In March 2015 Kara Tippetts, 38-year-old mother of four and wife of PCA pastor Jason Tippetts, died of cancer. Her story has been documented on her blog and in her book “The Hardest Peace: Finding Grace in the Midst of Life’s Hard.” Before she died, Tippetts and friend Jill Buteyn collaborated on “Just Show Up: The Dance of Walking through Suffering Together,” in which they discuss how to walk with a loved on through suffering.

Tippetts had just entered hospice when she co-wrote the book, so Buteyn’s thoughts and experiences fill most of the pages. She writes candidly about her fears, mistakes, and grief as she tries to love the Tippetts family well. Each chapter ends with reflections from Tippetts who, even as she was fading, encouraged her friends and readers to gaze upon her beautiful Savior.  

Buteyn talked with byFaith about what she learned in showing up for the Tippetts family.

In “Just Show Up” you describe caring for someone who is suffering as a “dance.” Why?

For me it really was a dance, and I think it is for so many people because we just don’t know what to do. It feels like if I take a step this way, I might step on someone’s toes; if I do something else, it’s the perfect thing. That’s why it’s a dance — because one time something may work, and the next time it might not. That’s why it’s scary. People want the perfect direction, and this can’t be nailed down in that way. That’s why it is so hard to be there for someone who is suffering. But when you show up in love and you try to have grace, that is so much of how to do it.

You write about how part of showing up is not worrying about trying to say the right thing. Can you elaborate?

I think we want so badly to say the right thing or the profound thing that maybe we say too much instead of letting our presence speak for us. And I get it: Silence is awkward. We want to say something. But I think we can err on the side of just showing someone that you love them, just saying, “I love you. I want to be here for you, but I don’t know what to say.”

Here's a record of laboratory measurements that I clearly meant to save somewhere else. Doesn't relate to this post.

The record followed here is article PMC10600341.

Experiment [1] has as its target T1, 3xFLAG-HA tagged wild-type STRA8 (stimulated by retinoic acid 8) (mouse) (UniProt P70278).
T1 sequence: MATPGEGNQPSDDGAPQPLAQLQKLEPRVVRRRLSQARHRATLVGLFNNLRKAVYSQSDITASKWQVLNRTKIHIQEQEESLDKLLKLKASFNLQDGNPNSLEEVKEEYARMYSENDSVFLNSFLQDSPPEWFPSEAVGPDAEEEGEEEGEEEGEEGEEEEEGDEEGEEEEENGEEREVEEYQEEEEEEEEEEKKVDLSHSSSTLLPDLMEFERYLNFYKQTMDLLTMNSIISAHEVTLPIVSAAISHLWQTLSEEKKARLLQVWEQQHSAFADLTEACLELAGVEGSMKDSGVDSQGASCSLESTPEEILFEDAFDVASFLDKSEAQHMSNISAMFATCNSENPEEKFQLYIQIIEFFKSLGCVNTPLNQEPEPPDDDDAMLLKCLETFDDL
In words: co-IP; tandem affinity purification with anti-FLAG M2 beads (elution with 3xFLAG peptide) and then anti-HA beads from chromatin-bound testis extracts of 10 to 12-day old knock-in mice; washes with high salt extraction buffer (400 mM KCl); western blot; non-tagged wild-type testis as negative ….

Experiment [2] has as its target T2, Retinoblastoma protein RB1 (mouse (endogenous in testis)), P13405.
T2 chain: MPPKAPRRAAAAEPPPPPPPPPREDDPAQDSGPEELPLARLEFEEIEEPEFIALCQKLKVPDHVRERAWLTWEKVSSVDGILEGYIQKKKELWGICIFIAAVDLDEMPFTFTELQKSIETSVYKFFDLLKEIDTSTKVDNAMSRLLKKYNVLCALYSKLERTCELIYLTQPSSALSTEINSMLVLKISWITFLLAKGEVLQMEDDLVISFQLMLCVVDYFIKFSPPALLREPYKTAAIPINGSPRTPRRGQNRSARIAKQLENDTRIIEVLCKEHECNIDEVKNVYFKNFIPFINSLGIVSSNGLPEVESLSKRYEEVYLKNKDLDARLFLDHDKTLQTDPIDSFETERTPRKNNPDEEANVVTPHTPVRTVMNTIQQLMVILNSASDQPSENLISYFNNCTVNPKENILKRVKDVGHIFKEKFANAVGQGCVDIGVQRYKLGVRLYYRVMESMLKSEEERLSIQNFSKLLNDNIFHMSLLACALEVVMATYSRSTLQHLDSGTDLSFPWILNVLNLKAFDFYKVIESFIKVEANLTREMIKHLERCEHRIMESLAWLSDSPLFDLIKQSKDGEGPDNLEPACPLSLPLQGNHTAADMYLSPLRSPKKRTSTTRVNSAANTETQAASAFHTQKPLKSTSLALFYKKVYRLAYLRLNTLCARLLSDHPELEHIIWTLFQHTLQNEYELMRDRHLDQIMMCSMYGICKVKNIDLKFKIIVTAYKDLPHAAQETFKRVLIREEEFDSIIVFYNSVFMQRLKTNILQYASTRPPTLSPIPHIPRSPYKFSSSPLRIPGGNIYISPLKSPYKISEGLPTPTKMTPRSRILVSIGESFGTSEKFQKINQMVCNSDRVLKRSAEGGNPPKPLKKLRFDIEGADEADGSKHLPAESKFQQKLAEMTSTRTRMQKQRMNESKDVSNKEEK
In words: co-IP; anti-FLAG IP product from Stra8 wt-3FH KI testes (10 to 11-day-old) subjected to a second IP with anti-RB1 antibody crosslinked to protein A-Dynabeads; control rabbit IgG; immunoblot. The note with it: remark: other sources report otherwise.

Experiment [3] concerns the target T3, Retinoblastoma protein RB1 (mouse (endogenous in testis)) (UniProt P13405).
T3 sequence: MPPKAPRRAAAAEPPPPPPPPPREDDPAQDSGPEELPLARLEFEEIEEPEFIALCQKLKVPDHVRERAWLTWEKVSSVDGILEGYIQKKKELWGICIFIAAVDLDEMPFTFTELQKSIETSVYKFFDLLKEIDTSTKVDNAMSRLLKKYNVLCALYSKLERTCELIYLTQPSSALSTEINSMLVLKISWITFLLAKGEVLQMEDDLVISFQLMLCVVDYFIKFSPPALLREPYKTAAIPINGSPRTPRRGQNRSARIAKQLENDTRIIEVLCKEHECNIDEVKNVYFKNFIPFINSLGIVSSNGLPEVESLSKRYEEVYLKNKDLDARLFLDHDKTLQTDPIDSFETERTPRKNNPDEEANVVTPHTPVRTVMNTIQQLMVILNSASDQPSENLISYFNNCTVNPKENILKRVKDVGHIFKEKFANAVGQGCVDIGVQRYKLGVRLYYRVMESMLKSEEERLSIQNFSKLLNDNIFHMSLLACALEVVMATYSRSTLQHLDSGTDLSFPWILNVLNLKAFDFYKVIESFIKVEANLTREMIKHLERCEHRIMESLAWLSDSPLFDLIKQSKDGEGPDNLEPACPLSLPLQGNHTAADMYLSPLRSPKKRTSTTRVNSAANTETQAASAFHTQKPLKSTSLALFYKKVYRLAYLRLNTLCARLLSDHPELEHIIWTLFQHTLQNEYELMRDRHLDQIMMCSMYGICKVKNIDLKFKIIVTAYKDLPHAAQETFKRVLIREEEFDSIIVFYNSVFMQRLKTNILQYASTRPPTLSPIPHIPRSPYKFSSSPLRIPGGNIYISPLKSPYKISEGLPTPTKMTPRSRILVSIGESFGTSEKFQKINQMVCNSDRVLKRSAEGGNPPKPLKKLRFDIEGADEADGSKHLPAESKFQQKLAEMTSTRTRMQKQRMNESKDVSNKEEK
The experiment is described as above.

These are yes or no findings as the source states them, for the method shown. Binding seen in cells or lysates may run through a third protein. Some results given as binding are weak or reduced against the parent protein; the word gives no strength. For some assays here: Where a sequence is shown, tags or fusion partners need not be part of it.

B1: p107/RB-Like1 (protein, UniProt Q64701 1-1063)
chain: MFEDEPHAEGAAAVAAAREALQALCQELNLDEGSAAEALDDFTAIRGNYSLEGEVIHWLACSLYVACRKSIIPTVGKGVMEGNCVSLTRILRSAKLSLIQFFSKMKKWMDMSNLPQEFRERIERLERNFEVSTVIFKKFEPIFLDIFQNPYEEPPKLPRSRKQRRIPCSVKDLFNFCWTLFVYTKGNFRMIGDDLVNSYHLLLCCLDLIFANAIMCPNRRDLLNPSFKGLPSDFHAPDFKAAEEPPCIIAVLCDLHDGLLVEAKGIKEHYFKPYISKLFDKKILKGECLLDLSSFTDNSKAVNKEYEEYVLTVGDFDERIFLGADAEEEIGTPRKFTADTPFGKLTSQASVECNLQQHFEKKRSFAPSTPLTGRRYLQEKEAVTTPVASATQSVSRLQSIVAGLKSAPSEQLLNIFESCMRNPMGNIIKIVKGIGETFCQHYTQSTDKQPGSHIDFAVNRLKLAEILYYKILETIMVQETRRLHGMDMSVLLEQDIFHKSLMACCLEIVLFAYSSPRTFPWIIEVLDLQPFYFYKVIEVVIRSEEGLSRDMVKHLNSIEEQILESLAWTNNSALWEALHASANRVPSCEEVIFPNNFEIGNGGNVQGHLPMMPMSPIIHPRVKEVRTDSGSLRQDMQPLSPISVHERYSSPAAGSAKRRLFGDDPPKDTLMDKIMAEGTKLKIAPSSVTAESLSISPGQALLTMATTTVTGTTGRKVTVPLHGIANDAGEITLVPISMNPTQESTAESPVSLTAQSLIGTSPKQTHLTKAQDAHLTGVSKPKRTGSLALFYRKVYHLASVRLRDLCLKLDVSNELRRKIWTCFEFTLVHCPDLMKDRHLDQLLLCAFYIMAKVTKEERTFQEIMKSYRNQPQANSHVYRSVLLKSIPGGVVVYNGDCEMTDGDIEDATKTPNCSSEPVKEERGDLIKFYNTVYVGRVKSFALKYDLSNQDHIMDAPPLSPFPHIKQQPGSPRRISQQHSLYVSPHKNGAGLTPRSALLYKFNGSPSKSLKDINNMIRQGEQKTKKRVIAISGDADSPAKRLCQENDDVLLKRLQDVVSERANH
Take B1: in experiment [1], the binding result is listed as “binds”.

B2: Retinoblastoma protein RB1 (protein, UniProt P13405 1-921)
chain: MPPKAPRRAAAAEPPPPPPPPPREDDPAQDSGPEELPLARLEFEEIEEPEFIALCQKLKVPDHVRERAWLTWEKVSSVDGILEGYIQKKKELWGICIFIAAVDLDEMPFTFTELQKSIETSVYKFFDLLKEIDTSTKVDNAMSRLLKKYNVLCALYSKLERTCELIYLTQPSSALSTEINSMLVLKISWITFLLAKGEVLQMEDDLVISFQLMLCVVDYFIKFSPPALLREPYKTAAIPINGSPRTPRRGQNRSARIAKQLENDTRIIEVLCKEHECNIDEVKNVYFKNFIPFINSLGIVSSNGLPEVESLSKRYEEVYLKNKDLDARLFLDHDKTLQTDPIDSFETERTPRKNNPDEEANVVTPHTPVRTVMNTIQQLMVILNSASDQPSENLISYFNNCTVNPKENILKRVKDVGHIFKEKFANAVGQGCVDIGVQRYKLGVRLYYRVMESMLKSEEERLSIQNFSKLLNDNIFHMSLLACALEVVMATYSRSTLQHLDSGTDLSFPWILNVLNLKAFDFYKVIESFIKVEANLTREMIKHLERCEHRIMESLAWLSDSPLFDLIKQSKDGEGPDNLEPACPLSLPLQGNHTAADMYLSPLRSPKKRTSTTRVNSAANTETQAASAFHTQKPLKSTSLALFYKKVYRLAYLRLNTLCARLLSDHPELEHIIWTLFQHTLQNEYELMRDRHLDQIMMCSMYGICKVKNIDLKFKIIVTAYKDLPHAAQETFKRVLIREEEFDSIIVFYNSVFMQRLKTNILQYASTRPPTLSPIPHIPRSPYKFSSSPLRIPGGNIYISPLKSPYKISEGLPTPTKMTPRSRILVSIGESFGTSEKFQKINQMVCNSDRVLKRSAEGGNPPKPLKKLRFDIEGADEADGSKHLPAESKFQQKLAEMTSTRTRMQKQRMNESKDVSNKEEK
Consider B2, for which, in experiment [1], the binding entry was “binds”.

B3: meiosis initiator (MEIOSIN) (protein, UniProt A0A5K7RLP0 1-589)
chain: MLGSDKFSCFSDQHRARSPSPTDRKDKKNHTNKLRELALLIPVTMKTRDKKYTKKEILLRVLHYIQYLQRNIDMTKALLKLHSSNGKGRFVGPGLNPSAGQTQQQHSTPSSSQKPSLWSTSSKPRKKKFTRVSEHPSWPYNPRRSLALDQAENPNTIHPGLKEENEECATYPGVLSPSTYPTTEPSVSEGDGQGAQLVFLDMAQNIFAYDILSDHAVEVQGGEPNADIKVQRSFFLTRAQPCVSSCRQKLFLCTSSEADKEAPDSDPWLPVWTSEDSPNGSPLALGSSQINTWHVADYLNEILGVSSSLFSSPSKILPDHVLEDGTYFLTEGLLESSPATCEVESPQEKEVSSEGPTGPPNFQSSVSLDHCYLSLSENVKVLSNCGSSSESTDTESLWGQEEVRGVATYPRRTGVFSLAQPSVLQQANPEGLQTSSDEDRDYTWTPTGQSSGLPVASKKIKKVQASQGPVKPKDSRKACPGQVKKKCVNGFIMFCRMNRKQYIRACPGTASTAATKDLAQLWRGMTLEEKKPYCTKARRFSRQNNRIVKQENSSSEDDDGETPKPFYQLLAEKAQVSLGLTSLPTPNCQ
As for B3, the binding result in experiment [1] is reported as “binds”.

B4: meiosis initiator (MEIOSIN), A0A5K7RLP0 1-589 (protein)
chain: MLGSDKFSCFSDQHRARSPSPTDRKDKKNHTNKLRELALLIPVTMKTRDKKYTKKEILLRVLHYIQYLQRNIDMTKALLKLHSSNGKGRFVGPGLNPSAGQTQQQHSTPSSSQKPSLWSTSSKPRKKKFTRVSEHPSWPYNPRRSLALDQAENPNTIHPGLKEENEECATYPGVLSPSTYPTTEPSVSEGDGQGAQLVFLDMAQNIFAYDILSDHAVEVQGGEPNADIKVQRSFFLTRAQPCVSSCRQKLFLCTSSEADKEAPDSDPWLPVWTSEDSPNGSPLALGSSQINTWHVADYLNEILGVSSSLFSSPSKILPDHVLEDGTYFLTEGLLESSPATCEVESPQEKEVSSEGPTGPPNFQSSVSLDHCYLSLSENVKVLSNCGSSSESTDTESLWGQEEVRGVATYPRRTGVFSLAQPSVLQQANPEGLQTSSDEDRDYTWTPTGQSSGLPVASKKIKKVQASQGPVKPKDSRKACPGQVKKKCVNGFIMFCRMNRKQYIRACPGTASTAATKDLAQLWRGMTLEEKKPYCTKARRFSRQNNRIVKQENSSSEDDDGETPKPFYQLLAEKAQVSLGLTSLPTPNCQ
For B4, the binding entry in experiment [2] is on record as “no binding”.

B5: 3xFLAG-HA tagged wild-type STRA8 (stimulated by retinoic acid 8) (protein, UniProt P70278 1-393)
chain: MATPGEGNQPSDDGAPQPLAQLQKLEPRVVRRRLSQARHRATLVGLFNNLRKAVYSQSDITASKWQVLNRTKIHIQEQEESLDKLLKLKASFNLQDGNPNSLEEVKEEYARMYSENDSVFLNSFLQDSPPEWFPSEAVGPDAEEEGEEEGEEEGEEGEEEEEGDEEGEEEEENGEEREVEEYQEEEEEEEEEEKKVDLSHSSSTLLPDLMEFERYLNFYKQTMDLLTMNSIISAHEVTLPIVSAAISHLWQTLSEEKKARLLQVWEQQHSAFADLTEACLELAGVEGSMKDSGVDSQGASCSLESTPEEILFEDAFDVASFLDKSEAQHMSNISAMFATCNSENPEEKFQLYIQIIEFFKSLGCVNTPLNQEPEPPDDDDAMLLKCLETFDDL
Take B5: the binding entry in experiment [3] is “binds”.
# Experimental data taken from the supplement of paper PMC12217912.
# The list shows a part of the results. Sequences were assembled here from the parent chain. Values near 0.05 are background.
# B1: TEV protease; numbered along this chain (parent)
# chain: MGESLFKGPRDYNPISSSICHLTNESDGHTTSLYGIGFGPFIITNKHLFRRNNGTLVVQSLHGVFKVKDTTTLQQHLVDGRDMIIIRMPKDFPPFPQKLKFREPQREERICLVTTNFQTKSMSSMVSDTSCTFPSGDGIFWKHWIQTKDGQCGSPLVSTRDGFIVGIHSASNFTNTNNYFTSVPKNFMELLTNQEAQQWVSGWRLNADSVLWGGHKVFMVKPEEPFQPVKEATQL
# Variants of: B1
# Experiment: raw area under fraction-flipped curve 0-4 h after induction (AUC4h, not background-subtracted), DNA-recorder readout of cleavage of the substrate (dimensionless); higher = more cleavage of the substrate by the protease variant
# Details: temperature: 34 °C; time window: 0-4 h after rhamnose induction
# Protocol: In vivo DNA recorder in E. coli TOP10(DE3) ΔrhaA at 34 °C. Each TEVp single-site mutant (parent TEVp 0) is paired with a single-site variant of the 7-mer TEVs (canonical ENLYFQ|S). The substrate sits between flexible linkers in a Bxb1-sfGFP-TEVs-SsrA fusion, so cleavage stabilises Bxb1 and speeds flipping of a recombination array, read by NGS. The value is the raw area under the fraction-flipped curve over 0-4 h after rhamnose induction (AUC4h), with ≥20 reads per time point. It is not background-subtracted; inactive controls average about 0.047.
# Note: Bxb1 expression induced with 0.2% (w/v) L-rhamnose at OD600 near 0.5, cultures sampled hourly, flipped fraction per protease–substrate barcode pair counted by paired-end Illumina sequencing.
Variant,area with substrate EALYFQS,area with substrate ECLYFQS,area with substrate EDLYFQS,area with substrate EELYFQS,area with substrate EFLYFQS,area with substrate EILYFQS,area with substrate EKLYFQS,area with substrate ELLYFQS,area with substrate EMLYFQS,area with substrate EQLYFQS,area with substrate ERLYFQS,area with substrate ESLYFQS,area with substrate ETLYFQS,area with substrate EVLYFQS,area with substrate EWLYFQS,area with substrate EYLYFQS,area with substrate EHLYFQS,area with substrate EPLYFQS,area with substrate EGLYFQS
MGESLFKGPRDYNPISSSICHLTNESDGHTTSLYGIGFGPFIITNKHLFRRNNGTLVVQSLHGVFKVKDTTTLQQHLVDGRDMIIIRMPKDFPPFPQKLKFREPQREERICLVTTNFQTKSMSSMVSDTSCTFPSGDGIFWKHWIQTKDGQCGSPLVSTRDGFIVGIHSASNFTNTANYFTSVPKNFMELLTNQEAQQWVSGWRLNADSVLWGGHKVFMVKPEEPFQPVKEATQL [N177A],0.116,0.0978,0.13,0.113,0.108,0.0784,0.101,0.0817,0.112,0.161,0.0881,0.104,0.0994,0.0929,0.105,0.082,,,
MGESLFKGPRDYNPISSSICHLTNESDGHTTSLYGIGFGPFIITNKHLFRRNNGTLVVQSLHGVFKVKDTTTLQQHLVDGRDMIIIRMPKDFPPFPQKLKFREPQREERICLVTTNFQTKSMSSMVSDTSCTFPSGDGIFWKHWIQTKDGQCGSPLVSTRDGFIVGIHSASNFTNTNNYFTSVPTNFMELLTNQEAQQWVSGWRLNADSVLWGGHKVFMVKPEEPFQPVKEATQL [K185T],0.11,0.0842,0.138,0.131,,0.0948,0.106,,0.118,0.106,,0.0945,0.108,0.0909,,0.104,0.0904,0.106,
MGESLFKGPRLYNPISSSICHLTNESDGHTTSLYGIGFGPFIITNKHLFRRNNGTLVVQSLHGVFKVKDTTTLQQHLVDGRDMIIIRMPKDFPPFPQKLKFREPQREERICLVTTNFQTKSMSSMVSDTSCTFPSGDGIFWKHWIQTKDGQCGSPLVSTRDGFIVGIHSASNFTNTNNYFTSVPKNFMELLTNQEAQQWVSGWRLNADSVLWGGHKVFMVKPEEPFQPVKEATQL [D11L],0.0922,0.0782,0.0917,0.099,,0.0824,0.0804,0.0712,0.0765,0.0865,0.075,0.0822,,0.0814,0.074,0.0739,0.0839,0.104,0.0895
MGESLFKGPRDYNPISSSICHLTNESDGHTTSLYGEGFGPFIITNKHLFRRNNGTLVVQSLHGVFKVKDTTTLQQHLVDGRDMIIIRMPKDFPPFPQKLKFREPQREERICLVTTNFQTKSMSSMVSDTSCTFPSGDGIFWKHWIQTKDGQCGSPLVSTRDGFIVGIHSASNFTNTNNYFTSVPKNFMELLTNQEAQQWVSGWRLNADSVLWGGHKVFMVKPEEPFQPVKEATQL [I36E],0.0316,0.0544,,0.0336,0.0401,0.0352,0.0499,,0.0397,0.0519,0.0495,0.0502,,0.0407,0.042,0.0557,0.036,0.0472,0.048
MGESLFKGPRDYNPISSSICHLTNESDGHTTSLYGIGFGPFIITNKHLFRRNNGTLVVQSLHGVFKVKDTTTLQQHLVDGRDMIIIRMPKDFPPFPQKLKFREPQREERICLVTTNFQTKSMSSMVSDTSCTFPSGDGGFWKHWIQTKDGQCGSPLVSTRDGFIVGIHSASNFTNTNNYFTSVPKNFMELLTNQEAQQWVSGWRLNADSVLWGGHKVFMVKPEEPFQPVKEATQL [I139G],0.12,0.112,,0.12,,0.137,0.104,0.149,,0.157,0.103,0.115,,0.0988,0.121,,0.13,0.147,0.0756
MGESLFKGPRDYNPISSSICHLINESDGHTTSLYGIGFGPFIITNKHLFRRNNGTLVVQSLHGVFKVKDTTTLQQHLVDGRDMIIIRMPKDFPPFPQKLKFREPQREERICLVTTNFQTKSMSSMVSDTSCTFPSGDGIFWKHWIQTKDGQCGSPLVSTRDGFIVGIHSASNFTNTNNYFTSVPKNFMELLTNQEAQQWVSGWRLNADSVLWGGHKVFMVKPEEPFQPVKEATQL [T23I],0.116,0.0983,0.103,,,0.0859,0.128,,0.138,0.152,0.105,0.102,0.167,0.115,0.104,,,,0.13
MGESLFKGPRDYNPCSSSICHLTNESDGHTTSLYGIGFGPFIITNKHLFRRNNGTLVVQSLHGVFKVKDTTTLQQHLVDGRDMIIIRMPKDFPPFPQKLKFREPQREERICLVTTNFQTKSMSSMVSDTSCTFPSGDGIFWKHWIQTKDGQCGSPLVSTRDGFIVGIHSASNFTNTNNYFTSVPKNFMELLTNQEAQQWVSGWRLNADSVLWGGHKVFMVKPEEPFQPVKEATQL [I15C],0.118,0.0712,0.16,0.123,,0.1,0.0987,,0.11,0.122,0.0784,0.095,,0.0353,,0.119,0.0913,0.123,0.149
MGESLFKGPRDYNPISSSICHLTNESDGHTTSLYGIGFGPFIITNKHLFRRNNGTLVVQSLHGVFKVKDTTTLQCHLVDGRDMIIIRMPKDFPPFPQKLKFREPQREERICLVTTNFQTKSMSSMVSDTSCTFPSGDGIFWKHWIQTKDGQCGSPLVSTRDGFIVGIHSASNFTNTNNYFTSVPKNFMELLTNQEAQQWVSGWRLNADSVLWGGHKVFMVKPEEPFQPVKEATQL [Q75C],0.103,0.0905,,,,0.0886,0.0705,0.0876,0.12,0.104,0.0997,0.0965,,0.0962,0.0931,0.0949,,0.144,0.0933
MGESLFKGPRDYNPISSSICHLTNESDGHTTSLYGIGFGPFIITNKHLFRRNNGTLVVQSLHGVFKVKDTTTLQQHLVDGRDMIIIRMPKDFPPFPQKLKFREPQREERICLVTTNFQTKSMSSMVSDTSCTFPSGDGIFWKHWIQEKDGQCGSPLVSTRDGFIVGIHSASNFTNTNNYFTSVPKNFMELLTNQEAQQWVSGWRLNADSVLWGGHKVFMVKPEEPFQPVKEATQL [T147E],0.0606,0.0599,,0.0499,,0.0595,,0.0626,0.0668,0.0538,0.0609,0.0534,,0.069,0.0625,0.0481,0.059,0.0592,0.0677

Many times I said to Kara, “I don’t know what to say.” And she accepted that, and I think that was better than trying to fix it. It’s horrible to watch someone suffer, and you want to make it better. But when we say [the expected], like, “God won’t give you more than you can handle,” those are hard things to hear. It’s OK to say, “I don’t understand why you have to suffer and why you have to go through this.”

You have a very practical chapter on the “art” of giving help and receiving help. Why are these arts?

I saw Kara receive help, and it clicked. The community around her would not have been what it was — her story would not have been what it was — if she had not accepted help. She would have liked to be the one showing up for us. But she was willing to humble herself and accept help from other people, and amazing things happened.

I would watch people show up for Kara and do these amazing things, and I would think, I never would have thought of that, but look at how that person knew that that was something only they could do.

It is a gifting thing. We all have certain gifts, and we’re all afraid of using them. But God made us that way for a reason. Everyone had their area where they were good at serving. And that doesn’t mean that we don’t ever stretch beyond that strength, but I think it’s a good place to start. It was beautiful to see those two things work together, people reaching out and giving and then Kara not turning those things down.

What are some practical aspects of showing up that you hope readers will consider?